Rumble in Googletown

In case anyone wondered if there was a future in eBooks, look at how much money and time Google’s putting into their Google Book Search. And it gives you an idea of the kind of MEGACOMPANY Google has become.  (And the kind of position they want in the eBook Revolution.)

Their book scanning plan was considered copyright infringement not long after it started when they scanned without always getting the approval of authors and publishers. So authors and publishers filed suit.

After lengthy court proceedings Google agreed to pay $125 million toward creating a Book Rights Registry to locate and register copyright owners and they would use the funds to settle existing claims. In exchange Google would be able to display larger selections of ‘in-copyright’ work.

Now the U.S. Department of Justice is investigating the settlement for possible antitrust violations. Read the full story at PCWorld here.

Google obviously believes in the Revolution, yah?

Twitterature?

Before anybody panics have a look at the upcoming Twitterature web site here.

Coming in the Fall of 2009 and billed as “The World’s Greatest Books, Each Presented in Twenty Tweets or Fewer,” Twitterature will be the “humorous” retelling of great literary works in Twitter format.

I’ve already seen one headline out there that says: “The future of the book is the blurb.” Negative thinking when you  remember that the blurb is there to draw you into the whole book, yah?

There is no page…Damn it!

I’m not sure what happened to Daniel Terdiman of cnetnews in his piece called “Trying to turn the page on a Kindle” but I’m glad he got through it.

Since it’s a slow eBook news day I’ll share it with you. I don’t know if he experienced a mental vapor lock from too much travel or if it was the equivalent of an eBook reviewer’s Blue Screen of Death; but this whole page-turning thing is a funny read and at times…well, see for yourself here.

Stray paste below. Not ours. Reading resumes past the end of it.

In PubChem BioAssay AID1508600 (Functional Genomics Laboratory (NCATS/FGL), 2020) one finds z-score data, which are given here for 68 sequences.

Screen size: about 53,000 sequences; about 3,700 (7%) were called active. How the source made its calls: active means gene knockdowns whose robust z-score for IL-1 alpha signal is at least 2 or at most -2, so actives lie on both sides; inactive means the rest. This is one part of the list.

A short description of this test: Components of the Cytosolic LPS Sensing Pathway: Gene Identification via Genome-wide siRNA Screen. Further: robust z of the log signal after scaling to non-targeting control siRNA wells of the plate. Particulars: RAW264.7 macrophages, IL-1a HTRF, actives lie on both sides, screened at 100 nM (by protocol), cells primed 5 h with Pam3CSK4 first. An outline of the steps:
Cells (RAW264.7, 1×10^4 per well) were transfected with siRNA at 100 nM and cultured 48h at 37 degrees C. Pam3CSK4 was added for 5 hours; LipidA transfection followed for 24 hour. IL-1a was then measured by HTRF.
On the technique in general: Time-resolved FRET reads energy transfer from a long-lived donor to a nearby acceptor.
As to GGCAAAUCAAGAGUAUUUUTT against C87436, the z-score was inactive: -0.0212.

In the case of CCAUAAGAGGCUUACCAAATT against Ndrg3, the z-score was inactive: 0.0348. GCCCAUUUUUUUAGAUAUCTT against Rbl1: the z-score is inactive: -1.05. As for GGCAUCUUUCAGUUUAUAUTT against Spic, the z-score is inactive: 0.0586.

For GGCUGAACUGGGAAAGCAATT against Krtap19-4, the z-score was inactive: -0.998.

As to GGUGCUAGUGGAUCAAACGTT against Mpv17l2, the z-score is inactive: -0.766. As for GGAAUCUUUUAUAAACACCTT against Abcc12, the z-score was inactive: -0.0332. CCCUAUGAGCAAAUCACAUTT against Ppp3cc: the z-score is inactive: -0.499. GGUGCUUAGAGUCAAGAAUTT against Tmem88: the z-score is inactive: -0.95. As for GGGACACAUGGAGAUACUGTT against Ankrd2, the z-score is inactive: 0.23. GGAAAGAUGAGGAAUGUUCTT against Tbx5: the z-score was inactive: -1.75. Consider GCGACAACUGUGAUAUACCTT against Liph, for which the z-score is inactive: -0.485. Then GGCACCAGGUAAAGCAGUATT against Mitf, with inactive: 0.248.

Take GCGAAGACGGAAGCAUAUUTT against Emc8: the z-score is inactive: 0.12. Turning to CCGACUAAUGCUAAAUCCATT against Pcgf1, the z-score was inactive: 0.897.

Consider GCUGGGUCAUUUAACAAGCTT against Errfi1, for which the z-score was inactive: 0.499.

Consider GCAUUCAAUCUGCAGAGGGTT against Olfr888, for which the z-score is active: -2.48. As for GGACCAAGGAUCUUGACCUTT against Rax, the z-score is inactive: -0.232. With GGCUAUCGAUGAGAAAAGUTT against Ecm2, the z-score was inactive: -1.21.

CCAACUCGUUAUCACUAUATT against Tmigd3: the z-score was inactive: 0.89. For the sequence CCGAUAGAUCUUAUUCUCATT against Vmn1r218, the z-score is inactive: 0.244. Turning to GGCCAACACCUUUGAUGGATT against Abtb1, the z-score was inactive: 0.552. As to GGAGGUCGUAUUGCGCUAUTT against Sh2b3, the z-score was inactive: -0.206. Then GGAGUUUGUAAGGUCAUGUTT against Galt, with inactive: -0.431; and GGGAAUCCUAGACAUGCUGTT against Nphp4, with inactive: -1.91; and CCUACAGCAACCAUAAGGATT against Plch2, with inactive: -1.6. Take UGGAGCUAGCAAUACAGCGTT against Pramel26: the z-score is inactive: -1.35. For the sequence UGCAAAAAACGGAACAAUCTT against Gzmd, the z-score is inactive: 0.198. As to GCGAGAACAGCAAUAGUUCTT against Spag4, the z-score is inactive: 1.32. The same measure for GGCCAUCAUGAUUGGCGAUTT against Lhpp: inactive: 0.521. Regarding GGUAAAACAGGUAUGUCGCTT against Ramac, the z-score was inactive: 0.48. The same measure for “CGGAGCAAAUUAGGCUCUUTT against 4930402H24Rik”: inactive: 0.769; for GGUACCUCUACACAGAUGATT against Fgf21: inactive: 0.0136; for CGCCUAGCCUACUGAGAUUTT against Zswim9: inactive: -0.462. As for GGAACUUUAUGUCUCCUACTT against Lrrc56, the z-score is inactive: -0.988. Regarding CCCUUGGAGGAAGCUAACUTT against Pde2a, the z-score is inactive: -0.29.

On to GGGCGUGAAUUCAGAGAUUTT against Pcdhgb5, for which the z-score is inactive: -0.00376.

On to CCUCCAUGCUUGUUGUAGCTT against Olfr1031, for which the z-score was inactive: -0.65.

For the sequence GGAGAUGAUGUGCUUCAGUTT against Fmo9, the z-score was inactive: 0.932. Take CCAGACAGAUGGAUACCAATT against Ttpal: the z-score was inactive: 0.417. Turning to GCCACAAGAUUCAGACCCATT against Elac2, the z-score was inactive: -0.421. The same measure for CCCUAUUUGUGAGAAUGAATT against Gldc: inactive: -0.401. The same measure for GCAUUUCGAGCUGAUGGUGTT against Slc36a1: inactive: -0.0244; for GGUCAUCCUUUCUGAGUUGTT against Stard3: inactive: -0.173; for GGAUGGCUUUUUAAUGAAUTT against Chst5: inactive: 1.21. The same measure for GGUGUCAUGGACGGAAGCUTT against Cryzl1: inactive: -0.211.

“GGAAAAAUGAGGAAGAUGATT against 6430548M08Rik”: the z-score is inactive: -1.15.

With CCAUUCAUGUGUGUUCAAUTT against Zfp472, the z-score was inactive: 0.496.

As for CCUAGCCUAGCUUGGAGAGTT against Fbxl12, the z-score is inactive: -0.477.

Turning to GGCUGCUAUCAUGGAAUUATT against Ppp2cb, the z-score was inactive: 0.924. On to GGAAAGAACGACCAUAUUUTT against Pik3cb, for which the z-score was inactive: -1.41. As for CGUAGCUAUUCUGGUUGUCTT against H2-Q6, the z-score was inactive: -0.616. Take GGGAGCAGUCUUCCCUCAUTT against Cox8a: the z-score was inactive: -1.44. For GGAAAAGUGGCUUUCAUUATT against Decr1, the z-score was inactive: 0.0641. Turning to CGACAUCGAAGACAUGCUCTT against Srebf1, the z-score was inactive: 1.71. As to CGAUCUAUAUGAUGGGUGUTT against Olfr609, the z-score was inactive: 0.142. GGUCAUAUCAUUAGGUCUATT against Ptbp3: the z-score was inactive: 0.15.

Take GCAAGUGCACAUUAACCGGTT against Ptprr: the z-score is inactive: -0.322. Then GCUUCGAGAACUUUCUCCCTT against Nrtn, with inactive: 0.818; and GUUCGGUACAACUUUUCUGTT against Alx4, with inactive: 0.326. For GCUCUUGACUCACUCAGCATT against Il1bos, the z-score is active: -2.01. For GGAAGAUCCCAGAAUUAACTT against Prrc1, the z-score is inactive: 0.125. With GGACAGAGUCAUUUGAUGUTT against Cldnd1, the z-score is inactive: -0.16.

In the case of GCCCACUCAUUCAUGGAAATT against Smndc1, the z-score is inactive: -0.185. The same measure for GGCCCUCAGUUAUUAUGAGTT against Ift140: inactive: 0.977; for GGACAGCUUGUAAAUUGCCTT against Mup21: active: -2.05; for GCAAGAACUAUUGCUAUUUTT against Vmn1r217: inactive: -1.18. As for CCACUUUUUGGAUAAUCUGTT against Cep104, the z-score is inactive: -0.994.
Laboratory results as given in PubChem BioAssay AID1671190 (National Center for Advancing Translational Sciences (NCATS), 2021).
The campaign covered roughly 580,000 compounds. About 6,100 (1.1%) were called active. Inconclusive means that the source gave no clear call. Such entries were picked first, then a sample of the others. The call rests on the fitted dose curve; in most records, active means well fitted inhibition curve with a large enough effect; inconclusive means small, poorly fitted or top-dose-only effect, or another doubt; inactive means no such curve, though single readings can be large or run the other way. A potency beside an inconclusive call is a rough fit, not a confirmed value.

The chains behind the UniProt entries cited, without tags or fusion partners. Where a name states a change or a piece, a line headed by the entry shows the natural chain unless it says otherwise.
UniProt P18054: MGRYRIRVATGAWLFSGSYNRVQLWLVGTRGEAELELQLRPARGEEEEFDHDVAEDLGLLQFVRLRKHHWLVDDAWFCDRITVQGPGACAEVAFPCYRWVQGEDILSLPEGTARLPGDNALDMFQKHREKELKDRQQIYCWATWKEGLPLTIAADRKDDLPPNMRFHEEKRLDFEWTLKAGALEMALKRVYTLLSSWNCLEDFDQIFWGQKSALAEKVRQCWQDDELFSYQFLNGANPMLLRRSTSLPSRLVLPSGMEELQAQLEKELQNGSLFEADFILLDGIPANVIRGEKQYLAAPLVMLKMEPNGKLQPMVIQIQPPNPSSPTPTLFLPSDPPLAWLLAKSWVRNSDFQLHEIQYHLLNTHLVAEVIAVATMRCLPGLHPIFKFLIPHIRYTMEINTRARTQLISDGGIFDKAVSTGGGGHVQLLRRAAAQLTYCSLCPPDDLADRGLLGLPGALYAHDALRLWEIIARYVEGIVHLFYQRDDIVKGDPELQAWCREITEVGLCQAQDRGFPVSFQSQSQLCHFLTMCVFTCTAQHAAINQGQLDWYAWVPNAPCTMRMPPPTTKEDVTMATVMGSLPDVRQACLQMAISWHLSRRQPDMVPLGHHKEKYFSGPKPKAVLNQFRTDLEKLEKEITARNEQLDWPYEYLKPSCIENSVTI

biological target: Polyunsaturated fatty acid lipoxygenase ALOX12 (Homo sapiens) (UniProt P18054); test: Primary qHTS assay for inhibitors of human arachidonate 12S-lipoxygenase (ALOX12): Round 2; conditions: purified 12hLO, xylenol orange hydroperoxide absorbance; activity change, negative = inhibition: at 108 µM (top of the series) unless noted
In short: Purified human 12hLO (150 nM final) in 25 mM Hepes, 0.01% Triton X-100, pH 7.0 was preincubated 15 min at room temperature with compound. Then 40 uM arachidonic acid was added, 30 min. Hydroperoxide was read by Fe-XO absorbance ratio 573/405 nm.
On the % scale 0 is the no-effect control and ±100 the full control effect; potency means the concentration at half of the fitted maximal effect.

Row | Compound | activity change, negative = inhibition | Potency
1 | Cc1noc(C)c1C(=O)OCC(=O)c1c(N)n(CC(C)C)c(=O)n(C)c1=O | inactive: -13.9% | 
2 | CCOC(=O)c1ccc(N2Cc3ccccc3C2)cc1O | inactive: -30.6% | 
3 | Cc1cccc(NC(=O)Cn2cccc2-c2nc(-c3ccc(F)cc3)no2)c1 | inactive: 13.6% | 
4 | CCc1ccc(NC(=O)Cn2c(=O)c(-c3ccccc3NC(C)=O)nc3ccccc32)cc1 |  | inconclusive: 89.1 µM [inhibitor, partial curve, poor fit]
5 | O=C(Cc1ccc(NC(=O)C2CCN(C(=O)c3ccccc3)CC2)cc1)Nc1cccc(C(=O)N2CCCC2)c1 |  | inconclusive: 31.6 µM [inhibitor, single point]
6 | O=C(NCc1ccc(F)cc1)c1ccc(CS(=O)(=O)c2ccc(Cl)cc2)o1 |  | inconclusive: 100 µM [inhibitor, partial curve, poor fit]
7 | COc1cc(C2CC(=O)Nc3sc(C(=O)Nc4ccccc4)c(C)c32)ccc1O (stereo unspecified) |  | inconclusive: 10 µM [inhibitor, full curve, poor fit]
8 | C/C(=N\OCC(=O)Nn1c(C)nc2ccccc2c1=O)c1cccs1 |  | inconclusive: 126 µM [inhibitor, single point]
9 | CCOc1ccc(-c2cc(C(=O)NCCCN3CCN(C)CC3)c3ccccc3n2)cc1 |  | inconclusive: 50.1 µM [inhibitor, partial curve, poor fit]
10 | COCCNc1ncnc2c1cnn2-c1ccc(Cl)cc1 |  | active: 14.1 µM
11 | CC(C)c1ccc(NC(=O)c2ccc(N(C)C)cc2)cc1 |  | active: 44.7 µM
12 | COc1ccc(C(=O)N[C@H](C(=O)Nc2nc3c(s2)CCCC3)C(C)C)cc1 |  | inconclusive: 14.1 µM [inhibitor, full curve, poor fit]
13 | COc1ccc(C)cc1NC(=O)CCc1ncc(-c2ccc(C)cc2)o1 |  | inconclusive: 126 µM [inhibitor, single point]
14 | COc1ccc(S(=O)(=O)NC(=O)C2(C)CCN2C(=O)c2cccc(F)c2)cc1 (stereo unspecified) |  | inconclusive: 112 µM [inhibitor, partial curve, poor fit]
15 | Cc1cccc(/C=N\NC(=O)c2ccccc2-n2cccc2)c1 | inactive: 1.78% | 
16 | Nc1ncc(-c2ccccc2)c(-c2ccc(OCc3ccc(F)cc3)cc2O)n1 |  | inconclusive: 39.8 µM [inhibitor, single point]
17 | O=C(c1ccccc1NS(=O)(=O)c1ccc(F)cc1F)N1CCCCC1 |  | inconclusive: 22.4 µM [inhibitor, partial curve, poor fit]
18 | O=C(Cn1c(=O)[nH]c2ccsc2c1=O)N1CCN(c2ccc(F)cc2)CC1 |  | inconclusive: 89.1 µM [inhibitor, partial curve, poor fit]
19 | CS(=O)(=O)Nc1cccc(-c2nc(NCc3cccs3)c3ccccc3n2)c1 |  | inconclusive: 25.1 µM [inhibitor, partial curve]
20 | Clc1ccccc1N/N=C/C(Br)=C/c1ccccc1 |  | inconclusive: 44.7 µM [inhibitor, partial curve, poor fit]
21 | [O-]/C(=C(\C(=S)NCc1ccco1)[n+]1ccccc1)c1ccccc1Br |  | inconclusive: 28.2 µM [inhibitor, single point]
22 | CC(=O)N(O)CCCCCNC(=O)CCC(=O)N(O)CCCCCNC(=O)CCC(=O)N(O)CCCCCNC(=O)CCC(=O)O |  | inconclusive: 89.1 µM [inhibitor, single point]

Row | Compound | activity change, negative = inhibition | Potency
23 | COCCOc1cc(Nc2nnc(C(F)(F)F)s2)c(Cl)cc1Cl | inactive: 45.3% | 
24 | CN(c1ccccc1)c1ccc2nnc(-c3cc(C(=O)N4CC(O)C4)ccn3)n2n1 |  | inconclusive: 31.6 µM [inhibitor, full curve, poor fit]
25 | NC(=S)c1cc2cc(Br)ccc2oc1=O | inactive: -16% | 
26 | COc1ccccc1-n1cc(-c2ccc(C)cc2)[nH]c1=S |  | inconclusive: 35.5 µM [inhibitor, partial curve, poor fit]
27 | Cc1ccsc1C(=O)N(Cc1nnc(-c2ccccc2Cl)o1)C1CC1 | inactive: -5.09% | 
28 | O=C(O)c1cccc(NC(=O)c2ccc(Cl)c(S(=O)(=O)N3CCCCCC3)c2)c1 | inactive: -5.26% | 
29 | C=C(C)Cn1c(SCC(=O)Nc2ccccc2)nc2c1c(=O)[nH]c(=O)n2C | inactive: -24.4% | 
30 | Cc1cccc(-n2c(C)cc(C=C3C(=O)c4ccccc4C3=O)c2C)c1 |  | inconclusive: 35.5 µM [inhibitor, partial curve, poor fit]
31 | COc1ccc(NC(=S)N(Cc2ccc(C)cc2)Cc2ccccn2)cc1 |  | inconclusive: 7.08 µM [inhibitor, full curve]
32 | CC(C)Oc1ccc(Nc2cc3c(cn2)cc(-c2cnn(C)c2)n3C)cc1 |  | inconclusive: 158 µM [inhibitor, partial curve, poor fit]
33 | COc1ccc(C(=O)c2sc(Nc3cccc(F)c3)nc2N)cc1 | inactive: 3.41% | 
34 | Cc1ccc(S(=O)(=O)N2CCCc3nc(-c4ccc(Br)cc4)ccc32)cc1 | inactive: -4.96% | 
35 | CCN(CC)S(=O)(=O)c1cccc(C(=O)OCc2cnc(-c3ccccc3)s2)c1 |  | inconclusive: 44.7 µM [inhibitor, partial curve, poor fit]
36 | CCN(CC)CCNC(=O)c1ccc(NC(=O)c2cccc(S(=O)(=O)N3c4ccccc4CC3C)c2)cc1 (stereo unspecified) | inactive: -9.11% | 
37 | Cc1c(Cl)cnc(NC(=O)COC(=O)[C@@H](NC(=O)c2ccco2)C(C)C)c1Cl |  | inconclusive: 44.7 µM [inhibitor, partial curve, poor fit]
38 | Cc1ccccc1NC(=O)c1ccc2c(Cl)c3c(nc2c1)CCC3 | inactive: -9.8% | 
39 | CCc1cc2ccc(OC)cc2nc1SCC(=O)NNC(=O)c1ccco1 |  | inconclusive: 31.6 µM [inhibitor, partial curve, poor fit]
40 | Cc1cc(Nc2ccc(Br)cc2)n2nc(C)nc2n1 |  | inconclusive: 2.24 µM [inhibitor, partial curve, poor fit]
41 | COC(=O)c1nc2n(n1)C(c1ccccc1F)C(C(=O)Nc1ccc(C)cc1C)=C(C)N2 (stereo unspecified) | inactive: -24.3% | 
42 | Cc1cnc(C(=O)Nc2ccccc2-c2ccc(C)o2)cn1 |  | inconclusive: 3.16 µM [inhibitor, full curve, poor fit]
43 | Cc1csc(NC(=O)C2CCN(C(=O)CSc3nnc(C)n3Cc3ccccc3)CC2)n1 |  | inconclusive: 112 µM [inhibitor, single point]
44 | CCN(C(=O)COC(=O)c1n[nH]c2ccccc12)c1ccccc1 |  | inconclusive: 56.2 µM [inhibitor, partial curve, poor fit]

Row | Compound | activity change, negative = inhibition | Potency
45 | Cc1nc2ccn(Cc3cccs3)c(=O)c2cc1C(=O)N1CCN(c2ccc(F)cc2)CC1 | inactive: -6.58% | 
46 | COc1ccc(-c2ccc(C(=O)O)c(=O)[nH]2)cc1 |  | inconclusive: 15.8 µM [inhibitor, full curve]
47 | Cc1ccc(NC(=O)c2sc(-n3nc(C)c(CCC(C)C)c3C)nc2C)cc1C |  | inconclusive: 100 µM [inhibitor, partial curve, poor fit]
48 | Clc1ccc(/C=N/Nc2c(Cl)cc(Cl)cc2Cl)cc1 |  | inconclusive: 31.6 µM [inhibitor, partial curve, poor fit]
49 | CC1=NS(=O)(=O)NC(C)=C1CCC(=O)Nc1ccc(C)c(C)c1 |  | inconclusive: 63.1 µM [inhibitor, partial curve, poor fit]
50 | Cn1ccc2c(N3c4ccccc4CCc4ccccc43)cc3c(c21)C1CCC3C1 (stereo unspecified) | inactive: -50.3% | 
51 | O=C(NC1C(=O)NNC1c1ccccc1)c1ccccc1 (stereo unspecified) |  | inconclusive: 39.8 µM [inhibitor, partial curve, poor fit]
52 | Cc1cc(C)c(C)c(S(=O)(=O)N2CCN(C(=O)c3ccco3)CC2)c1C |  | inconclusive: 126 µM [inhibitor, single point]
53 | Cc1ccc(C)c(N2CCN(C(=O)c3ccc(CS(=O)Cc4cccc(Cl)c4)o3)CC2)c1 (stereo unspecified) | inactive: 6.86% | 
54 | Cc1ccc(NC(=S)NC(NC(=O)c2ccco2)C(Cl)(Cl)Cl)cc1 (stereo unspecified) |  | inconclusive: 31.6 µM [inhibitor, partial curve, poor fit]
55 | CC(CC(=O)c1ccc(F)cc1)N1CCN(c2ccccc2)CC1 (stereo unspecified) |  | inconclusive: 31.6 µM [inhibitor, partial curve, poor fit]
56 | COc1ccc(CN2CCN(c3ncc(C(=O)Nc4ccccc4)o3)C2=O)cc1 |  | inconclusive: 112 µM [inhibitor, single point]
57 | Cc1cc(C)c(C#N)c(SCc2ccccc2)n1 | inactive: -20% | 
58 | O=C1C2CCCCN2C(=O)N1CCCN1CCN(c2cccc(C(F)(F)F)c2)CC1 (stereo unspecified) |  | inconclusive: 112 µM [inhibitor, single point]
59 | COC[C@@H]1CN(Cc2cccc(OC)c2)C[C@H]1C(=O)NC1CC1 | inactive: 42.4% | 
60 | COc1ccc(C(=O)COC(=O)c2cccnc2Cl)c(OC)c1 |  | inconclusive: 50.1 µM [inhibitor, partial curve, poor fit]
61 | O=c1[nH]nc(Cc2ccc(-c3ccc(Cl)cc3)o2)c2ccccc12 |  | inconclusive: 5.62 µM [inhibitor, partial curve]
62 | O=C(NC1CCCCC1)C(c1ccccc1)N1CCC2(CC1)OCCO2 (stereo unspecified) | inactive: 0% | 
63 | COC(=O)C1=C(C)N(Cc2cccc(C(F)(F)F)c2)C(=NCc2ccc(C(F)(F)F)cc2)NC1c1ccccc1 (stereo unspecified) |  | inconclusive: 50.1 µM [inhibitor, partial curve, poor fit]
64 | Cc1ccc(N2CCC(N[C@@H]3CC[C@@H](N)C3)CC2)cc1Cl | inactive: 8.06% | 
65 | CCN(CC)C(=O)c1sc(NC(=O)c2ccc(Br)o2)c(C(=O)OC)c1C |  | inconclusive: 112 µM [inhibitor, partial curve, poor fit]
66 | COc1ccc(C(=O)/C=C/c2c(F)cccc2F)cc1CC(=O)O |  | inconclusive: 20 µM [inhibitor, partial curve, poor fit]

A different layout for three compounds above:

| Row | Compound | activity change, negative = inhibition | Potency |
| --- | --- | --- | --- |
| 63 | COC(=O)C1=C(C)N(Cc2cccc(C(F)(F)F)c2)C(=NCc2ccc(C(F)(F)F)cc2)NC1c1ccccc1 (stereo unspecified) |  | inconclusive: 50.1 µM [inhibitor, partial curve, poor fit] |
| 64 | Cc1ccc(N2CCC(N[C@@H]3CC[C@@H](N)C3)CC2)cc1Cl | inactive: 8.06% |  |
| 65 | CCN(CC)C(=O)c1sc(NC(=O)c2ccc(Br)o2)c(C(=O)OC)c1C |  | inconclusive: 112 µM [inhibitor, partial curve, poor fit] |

Another competitor climbs into the ring…

Borders UK launched its own eBook reader exploiting the European loophole in Amazon Kindle’s landlocked business plan.

Borders’ Elonex eBook is a direct contender for Amazon Kindle’s and Sony Reader’s success, boasting a similar 6″ screen and competitive £189 price ($308 USD). Read the story and Elonex’s specifications here at bookseller.com. One place Elonex has Kindle beat is the Reader is available for purchase in Borders UK bookstores, Books Etc. and Borders Express branches. eBook Readers, similar to gadgets like iPhones and digital cameras, sell themselves once a consumer has it in hand.

Even though Amazon’s Kindle DX is tethered to the continental United States to exploit its Whispernet technology, it has sold out again only weeks after re-stocking. Eager adopters are going to have to face a 4-6 week delay before Amazon can fill any more orders. Read about it here. Not sure whether this is a case of actual demand or lack of supply. Amazon takes great risks building hype around apparent scarcity. The real numbers will rule the day, yah?

Happy Canada Day!

eBook Rumors Headquarters is closed July 1st to celebrate Canada Day!

If you’re stopping by, browse through our growing collection of free eBooks here. A holiday makes a perfect time to pick up a classic or try something new from an Indie author. Enjoy!

Anderson and Gladwell justify themselves…

Are these guys stoking the fires of their own celebrity by overcomplicating this? Read more of the Anderson vs. Gladwell debate about paying for content here at PaidContent.org.